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Cell biology and toxicology

Hepatic differentiation of human adipose tissue-derived mesenchymal stem cells and adverse effects of arsanilic acid and acetaminophen during in vitro hepatic developmental stage.


PMID 25894252

Abstract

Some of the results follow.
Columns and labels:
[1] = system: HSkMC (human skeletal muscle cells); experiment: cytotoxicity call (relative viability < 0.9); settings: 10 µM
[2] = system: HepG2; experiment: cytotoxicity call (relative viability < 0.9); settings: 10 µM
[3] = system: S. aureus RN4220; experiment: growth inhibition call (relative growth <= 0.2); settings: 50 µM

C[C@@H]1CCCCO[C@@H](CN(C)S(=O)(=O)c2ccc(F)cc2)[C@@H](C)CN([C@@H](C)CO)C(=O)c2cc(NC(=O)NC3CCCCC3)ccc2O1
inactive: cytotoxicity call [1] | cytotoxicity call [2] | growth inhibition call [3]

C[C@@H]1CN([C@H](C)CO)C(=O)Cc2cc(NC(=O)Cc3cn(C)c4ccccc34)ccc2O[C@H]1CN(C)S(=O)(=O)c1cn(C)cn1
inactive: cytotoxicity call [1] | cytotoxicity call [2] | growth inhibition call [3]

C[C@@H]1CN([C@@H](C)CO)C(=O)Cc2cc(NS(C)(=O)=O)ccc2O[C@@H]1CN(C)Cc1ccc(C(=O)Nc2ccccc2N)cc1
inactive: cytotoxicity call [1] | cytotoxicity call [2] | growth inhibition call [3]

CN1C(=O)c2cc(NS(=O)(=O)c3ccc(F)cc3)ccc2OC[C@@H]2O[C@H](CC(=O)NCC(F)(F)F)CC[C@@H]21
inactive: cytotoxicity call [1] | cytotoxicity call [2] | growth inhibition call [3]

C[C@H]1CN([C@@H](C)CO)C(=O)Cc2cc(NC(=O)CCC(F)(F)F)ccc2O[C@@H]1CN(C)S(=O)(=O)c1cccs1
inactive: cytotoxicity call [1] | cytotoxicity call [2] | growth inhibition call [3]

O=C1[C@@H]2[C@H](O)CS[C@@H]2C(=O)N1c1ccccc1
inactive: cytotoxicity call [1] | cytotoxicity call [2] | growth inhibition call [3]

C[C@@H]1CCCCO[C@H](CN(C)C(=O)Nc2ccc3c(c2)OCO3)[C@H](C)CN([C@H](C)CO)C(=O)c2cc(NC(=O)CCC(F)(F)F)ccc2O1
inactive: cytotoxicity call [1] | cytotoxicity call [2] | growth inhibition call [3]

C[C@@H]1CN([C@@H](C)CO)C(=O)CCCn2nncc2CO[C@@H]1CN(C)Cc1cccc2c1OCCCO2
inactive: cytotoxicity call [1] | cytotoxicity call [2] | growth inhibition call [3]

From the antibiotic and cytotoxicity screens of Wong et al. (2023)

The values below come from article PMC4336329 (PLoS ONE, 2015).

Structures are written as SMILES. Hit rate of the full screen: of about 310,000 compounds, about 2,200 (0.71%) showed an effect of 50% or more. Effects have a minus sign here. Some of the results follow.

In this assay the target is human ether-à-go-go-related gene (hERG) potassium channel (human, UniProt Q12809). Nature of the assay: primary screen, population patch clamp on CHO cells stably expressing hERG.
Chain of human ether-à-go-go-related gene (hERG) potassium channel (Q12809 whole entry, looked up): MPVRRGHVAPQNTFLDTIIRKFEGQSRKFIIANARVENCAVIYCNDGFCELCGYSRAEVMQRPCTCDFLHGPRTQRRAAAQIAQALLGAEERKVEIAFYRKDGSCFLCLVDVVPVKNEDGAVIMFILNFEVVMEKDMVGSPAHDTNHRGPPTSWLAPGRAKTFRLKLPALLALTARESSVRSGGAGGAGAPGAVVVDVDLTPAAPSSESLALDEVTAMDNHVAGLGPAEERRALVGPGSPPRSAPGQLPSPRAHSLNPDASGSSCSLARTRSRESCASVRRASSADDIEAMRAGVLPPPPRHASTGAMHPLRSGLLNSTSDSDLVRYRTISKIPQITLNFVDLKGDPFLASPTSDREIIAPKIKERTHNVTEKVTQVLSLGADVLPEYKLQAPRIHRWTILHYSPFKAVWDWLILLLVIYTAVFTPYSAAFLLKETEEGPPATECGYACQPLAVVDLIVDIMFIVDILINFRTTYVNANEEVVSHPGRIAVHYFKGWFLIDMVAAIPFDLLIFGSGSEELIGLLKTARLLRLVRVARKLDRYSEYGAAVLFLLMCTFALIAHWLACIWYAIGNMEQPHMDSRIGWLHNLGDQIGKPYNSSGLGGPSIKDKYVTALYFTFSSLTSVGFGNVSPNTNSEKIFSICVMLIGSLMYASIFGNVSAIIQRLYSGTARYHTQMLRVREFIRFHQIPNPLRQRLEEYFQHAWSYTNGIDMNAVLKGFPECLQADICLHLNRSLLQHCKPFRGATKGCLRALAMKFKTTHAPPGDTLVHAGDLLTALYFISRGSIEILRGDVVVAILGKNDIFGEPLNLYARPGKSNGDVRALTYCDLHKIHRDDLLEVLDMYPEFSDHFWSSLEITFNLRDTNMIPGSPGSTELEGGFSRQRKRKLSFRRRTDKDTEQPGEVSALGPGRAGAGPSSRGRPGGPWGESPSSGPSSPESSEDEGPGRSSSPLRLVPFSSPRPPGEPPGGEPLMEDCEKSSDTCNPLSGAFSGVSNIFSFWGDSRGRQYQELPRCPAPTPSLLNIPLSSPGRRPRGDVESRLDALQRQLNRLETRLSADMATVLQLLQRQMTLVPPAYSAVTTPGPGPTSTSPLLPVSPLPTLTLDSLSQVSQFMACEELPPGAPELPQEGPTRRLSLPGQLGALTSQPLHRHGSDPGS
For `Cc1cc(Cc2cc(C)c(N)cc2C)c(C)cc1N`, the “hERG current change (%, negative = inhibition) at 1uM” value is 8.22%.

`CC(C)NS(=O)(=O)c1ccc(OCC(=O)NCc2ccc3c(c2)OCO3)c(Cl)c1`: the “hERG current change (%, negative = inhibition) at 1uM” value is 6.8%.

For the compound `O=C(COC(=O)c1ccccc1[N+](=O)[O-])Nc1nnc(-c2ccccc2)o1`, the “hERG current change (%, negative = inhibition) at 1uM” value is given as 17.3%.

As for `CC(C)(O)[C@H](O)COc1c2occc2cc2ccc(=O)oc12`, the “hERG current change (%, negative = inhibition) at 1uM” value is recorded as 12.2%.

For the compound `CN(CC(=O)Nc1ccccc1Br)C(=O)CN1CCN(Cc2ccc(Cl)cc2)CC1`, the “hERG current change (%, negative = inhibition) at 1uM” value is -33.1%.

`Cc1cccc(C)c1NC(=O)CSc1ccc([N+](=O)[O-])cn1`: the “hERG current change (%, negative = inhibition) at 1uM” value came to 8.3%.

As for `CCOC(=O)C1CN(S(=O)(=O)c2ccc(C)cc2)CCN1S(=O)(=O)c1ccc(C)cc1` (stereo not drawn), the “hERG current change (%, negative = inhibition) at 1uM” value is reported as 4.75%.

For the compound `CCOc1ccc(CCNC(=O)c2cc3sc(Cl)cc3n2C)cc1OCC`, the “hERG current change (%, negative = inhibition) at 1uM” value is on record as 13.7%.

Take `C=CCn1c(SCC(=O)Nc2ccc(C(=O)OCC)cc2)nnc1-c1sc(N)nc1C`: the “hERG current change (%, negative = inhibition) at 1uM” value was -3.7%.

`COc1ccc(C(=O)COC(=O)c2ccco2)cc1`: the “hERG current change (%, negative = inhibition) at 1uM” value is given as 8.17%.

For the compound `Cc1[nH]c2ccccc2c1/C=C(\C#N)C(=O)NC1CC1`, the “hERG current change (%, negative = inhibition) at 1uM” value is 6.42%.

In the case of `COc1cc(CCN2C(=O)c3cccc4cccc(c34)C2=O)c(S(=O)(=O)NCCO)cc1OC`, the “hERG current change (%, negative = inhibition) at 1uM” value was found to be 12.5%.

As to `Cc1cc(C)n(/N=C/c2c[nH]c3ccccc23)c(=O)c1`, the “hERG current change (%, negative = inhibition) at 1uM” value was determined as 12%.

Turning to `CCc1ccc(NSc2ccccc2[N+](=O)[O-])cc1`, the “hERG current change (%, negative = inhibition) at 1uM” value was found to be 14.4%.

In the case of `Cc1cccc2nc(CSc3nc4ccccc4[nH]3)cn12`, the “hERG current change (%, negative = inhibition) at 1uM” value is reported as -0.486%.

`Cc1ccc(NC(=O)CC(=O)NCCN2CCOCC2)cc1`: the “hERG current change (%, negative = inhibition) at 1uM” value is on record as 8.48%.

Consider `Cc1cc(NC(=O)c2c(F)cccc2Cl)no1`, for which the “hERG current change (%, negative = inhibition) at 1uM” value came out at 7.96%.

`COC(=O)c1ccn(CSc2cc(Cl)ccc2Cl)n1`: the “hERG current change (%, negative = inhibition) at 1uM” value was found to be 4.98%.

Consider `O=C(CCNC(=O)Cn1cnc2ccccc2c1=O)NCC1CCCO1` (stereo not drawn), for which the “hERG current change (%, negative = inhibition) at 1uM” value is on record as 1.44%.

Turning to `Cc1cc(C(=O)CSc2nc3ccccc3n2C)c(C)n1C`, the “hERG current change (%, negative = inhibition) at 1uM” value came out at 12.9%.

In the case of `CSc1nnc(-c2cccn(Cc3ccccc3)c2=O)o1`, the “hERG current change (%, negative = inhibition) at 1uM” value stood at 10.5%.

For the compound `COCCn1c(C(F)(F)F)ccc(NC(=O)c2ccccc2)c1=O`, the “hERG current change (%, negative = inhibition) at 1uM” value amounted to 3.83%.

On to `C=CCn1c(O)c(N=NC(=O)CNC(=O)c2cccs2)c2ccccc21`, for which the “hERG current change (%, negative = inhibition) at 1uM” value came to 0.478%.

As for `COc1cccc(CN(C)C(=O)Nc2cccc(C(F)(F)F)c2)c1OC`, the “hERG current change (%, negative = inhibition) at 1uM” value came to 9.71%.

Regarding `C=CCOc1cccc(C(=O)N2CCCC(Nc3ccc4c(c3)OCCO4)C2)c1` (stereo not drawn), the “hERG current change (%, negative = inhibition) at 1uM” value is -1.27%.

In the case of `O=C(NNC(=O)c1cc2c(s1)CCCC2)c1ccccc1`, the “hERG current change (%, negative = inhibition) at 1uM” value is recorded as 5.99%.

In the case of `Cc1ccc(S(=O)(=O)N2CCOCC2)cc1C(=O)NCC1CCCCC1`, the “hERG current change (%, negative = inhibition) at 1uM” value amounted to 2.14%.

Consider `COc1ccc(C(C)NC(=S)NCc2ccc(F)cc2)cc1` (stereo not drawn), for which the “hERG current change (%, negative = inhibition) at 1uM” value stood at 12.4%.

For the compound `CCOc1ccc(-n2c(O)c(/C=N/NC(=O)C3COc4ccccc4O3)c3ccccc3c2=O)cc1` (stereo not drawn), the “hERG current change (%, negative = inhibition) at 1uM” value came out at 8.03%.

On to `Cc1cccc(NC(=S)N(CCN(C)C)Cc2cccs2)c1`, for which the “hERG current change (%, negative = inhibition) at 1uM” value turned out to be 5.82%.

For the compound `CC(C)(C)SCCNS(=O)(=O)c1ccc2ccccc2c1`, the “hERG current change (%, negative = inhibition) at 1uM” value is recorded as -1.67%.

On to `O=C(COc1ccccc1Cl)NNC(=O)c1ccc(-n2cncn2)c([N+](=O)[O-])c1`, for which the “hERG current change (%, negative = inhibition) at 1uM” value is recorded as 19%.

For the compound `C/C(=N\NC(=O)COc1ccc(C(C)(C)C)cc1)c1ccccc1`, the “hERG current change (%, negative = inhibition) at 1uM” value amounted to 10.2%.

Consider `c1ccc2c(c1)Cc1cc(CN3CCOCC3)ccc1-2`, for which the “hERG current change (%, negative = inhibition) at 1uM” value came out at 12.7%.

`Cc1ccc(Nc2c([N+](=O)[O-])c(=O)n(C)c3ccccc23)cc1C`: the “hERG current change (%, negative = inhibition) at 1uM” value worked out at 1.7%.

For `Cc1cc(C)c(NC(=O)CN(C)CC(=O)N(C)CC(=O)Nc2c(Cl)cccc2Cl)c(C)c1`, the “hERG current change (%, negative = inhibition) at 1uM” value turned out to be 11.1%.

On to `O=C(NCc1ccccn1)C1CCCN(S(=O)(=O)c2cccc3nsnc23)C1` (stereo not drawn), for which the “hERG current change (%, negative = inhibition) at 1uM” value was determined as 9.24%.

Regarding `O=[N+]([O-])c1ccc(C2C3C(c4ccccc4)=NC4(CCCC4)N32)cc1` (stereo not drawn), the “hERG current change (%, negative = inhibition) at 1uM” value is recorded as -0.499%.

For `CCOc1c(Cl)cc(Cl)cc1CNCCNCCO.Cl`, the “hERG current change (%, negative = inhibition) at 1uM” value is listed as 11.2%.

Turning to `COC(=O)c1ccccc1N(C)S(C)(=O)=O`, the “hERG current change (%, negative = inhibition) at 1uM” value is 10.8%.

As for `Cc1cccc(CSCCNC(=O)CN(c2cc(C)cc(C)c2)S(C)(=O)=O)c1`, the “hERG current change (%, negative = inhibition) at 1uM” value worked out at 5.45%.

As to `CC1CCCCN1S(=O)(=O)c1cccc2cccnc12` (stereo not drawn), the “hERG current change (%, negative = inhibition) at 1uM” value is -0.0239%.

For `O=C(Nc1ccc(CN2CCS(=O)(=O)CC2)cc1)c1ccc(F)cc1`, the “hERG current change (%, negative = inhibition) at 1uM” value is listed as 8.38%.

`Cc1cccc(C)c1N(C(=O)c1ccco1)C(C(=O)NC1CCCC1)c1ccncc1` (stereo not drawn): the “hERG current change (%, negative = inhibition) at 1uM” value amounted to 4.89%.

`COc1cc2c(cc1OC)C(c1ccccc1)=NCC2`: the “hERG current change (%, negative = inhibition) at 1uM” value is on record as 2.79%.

In the present study, we differentiated hepatocyte-like cells (HLCs) from human adipose tissue-derived mesenchymal stem cells (AT-MSCs). The hepatic differentiation was confirmed by increases in hepatic proteins or genes, the cytochrome P450 (CYP) activities, albumin secretion, and glycogen storage. To determine the developmental toxic effect of arsanilic acid (Ars) and acetaminophen (AAP) on the hepatic development, the differentiating cells were treated with the test chemicals (below IC12.5) from day 4 to day 13. The enzymatic activities of lactate dehydrogenase (LDH), alanine aminotransferase (ALT), and aspartate aminotransferase (AST) did not significantly differ in response to Ars treatment. AAP treatment increased the activities of all enzymes in a dose-dependent manner, significantly at concentrations of 2.5 and 5 mM of AAP. On the expressions of hepatic genes for Ars, the expressions were significantly inhibited by more than 0.5 mM for Albumin (ALB), but only 2.5 mM for α-feto protein (AFP). In the AAP-treated group, the expressions of ALB and AFP were significantly decreased at the concentrations exceeding 0.625 mM. The activities of CYP3A4 were not changed by both treatments. The activities of CYP1A2 were increased by AAP, whereas it was decreased by Ars treatment. In conclusion, AAP could cause serious adverse effects during the hepatic development as compared to Ars.